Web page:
And of course, everyone is welcome to the Mass…but for worship and glorification of God, not for entertainment, something to do, or because we feel “we have to”!

Actually people doing all of those things are very welcome at Mass. As long as someone doesn’t come to Mass to be disruptive, it’s a good thing they are there.

We should, but often we don’t. Faith or repentance sometimes begins as obligation or fear. There is no shame in that. It’s a start. If we find ourselves heading to Confession only because we don’t want to go to Hell, then we have a mustard-seed worth of contrition already. Sure, we should go to Confession because we love God and are sorry for offending Him, but perfect contrition is hard to achieve and God realizes this. In the same way, children often begin attending Mass because their parents say so. They might continue doing so only because Church law says so. Through worthy reception of the Eucharist and other sacraments, through preaching, and through the good examples of fellow parishioners whom they meet, it is possible that their hearts undergo conversion and they begin loving the Mass and attending because they couldn’t imagine anything better. But in order for these things to happen, for them to have any effect, we have to step through the door in the first place. And often that comes from a sense of fear or obligation. People scorn and mock Catholic guilt and say it is the realm of mean old nuns with rulers, but a healthy conscience is always cognizant of the Four Last Things and what it takes to be ready for our final judgements.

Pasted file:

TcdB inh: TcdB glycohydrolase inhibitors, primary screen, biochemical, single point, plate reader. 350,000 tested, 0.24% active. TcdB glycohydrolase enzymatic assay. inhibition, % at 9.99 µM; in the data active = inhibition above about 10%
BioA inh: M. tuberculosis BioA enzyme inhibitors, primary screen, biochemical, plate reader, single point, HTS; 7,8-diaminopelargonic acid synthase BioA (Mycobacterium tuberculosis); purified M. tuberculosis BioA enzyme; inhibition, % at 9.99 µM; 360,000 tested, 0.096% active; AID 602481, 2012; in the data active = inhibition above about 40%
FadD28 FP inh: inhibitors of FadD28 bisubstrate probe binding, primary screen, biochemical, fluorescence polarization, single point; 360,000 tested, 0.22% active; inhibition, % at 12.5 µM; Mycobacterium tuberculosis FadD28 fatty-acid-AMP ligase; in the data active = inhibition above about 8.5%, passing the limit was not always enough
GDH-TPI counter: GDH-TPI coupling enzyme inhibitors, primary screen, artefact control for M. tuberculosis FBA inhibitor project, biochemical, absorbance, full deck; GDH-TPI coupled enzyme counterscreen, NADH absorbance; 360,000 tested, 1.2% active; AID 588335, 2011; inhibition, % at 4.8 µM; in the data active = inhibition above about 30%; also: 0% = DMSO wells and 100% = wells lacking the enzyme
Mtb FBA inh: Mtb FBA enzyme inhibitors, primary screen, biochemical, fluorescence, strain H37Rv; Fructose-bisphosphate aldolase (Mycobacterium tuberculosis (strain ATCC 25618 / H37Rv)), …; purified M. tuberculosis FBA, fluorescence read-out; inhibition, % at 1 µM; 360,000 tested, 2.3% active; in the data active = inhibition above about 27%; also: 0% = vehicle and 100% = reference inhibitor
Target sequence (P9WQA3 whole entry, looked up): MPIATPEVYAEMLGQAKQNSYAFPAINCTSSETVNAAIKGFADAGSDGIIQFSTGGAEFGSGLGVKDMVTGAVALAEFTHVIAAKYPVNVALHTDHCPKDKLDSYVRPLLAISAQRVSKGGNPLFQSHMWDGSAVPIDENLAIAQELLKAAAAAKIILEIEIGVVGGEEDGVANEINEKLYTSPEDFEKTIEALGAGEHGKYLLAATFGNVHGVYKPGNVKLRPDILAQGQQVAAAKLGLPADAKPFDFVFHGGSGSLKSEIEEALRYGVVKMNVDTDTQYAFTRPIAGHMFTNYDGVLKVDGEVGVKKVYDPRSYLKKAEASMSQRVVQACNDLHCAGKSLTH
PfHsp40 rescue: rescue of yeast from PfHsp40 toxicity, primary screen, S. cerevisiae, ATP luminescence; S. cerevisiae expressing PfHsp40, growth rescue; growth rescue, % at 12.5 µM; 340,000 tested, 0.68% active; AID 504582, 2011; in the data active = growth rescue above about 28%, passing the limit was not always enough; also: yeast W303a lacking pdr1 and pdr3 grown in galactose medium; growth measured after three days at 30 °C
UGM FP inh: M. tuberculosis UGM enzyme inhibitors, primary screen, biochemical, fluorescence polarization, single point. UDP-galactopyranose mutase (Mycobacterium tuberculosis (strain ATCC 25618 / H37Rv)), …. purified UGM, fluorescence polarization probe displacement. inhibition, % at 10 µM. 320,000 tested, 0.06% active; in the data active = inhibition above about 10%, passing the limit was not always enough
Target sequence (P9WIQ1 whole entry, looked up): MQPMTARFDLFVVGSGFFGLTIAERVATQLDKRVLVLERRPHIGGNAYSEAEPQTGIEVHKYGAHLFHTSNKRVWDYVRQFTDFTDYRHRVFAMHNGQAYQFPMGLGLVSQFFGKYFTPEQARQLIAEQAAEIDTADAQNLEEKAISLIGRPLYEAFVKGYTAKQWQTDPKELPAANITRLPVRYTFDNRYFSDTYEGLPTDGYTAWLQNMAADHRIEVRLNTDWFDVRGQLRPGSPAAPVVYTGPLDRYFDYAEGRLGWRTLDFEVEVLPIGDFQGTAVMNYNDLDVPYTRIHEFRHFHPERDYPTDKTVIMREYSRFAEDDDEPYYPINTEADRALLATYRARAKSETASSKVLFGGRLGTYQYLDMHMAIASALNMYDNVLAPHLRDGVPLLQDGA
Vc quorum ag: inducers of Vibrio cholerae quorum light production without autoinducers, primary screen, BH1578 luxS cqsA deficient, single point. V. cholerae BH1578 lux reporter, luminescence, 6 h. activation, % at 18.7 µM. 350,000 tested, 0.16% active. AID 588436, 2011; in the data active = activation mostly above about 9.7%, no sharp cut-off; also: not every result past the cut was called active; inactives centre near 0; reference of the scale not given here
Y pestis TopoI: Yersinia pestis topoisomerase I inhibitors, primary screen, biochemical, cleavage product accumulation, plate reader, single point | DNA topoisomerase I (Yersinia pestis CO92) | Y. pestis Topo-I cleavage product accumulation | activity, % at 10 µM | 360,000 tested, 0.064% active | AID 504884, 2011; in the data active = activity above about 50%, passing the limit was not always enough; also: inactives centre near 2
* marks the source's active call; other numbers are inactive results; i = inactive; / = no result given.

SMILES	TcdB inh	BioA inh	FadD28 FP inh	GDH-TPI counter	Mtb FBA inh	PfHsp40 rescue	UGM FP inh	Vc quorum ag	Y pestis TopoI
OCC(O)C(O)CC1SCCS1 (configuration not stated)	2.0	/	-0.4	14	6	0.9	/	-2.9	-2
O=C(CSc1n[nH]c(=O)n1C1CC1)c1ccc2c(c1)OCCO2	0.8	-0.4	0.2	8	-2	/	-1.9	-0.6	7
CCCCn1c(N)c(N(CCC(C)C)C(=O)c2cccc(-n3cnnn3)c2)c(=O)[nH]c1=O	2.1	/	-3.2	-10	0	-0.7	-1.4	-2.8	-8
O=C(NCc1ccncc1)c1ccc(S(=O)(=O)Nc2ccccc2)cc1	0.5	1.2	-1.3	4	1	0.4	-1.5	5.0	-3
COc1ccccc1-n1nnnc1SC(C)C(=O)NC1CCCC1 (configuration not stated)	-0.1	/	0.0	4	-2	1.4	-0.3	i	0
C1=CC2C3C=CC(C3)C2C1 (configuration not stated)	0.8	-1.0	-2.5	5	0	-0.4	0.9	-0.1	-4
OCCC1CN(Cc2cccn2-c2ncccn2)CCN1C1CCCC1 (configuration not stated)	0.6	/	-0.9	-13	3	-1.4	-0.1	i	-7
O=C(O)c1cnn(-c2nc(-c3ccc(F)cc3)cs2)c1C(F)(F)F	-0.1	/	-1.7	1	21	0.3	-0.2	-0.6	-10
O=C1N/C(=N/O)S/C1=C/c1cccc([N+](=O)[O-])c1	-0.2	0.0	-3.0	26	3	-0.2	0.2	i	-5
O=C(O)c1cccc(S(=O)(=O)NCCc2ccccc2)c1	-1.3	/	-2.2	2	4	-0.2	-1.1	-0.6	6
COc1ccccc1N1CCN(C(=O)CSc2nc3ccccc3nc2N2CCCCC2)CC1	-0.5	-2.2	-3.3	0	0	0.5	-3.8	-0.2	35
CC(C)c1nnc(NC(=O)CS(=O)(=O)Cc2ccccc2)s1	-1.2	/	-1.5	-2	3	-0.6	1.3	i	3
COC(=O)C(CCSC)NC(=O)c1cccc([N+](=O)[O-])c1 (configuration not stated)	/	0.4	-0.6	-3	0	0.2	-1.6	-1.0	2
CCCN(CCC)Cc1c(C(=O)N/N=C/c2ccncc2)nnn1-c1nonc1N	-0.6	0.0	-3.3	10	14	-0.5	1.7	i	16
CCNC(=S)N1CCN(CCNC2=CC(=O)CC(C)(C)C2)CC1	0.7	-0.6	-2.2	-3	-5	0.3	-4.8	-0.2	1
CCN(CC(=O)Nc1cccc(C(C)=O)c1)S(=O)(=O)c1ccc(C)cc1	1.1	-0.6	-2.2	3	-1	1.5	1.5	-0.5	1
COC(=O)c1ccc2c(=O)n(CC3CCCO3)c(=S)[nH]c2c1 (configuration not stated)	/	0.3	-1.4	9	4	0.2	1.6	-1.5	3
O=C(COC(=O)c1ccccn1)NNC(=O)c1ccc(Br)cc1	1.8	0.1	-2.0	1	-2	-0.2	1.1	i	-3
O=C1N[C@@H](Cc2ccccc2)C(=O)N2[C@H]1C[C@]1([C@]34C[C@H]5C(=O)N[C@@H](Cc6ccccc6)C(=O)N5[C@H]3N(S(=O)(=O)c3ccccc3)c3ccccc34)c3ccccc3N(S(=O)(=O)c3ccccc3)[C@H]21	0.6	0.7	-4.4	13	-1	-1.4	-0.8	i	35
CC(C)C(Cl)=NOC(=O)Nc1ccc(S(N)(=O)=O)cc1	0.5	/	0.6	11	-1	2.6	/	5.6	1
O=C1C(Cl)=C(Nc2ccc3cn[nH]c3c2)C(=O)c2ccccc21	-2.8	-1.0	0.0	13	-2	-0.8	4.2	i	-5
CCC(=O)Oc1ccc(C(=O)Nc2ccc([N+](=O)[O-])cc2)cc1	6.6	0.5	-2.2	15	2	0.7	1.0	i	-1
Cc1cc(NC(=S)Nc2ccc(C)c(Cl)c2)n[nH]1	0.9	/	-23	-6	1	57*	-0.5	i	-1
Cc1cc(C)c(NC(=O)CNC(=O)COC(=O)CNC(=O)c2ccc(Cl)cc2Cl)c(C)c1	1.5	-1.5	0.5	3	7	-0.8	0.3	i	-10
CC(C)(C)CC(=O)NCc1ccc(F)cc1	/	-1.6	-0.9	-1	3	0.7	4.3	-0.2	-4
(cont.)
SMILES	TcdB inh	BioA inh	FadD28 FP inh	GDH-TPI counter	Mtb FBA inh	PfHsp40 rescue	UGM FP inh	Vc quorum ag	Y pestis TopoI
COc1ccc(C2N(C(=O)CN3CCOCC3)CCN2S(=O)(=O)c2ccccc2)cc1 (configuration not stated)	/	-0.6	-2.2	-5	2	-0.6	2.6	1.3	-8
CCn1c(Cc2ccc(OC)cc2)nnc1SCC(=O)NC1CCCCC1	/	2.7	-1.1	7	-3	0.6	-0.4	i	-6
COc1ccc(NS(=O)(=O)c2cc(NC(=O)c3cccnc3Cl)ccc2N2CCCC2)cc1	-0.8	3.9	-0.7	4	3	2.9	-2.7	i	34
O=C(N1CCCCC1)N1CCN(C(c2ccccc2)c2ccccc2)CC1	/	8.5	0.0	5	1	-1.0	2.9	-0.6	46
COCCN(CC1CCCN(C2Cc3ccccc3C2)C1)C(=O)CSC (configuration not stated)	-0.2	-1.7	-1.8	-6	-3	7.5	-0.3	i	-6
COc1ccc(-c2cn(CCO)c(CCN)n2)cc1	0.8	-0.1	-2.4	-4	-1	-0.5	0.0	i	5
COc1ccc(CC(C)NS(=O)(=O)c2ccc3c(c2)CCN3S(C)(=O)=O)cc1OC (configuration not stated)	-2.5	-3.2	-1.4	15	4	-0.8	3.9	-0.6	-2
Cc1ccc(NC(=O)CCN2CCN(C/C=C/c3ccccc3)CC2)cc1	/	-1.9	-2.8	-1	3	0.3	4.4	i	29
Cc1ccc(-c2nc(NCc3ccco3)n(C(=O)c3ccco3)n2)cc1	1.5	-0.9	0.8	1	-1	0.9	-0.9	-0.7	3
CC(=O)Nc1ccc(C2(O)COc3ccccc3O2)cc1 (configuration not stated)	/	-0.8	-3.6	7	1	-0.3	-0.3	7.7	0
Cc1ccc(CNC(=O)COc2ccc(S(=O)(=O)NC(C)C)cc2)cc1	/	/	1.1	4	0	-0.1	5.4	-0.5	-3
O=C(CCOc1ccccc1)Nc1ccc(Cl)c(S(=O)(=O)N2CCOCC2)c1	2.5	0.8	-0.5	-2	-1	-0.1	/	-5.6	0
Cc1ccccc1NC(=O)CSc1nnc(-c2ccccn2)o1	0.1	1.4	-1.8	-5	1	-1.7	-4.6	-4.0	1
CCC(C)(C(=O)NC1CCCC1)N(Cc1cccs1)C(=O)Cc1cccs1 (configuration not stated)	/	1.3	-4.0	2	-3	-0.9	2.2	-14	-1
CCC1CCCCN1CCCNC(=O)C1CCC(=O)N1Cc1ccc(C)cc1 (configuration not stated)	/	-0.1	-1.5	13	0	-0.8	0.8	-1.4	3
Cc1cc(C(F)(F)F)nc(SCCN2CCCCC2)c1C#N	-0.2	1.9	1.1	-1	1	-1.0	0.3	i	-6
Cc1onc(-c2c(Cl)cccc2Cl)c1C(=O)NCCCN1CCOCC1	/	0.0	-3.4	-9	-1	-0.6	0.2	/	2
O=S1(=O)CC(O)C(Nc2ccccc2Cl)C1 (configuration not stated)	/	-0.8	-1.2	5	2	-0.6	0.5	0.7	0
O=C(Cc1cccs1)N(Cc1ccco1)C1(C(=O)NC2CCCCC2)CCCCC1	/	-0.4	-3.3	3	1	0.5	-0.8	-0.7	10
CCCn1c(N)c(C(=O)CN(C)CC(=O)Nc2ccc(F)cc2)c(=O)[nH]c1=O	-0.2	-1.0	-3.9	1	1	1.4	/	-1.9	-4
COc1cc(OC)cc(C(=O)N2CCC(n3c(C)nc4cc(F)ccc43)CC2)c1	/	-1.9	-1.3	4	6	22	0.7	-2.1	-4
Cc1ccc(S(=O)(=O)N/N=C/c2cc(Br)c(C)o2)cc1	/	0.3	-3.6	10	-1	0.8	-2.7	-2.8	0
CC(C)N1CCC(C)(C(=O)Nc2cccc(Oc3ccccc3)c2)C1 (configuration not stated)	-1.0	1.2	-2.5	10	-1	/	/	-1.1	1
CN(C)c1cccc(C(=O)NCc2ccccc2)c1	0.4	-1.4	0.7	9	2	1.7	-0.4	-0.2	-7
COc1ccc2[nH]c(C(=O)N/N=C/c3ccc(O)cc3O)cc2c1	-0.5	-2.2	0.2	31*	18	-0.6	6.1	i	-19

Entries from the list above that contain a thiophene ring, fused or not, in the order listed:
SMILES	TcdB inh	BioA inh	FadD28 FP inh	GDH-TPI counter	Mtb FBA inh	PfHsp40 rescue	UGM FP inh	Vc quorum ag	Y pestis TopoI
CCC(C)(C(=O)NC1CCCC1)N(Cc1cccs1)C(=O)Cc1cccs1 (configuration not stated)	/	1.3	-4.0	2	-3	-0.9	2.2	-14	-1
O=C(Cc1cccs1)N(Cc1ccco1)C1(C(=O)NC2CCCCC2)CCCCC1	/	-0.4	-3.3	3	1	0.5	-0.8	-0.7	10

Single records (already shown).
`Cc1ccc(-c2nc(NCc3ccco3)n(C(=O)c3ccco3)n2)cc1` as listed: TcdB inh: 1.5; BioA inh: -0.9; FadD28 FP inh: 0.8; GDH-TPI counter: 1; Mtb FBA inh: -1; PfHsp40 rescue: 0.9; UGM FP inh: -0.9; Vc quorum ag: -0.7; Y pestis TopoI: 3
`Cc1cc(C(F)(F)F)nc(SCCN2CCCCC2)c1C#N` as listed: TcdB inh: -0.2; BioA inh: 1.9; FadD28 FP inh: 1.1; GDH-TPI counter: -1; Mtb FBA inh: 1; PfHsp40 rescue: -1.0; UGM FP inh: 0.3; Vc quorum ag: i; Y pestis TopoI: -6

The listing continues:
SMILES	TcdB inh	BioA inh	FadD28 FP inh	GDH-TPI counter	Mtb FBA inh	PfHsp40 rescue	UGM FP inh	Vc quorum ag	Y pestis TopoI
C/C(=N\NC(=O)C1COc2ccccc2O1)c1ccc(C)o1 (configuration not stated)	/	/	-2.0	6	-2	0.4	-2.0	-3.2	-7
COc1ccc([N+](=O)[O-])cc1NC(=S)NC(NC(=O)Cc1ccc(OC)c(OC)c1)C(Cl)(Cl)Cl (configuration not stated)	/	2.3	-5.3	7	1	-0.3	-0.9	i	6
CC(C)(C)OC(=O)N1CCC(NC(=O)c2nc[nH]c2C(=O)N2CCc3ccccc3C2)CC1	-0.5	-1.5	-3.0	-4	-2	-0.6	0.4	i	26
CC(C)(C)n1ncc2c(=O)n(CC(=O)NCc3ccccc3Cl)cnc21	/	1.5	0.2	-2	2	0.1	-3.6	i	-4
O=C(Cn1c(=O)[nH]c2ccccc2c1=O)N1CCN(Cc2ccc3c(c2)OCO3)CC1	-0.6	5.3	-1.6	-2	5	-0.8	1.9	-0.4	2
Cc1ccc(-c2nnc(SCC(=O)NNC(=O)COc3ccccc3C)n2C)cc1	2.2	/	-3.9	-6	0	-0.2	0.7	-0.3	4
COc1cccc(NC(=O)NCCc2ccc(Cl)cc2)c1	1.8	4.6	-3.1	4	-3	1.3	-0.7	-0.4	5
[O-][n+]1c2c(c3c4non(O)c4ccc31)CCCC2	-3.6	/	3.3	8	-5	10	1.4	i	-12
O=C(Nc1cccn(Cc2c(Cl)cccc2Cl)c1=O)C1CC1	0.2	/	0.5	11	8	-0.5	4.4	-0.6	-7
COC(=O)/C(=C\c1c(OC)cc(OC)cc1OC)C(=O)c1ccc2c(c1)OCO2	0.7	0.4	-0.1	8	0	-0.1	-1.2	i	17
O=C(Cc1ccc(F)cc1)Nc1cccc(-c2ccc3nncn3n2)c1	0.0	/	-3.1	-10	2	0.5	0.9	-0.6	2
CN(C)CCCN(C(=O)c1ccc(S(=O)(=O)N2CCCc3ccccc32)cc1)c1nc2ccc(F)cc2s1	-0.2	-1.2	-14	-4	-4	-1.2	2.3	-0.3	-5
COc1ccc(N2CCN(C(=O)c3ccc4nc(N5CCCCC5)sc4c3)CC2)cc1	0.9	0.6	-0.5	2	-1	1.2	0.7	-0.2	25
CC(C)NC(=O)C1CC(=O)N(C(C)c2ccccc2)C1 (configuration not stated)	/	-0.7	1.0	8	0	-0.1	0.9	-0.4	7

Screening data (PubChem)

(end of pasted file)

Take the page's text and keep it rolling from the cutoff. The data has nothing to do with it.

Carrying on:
My heart did not want to miss any part of Mass, but I allowed myself to get distracted doing little things at home, even though I knew the time was getting late. I got there probably 5-7 minutes after Mass began.

I’ve decided that it was probably a venial sin, will confess it next weekend, and will try harder to arrive early in the future.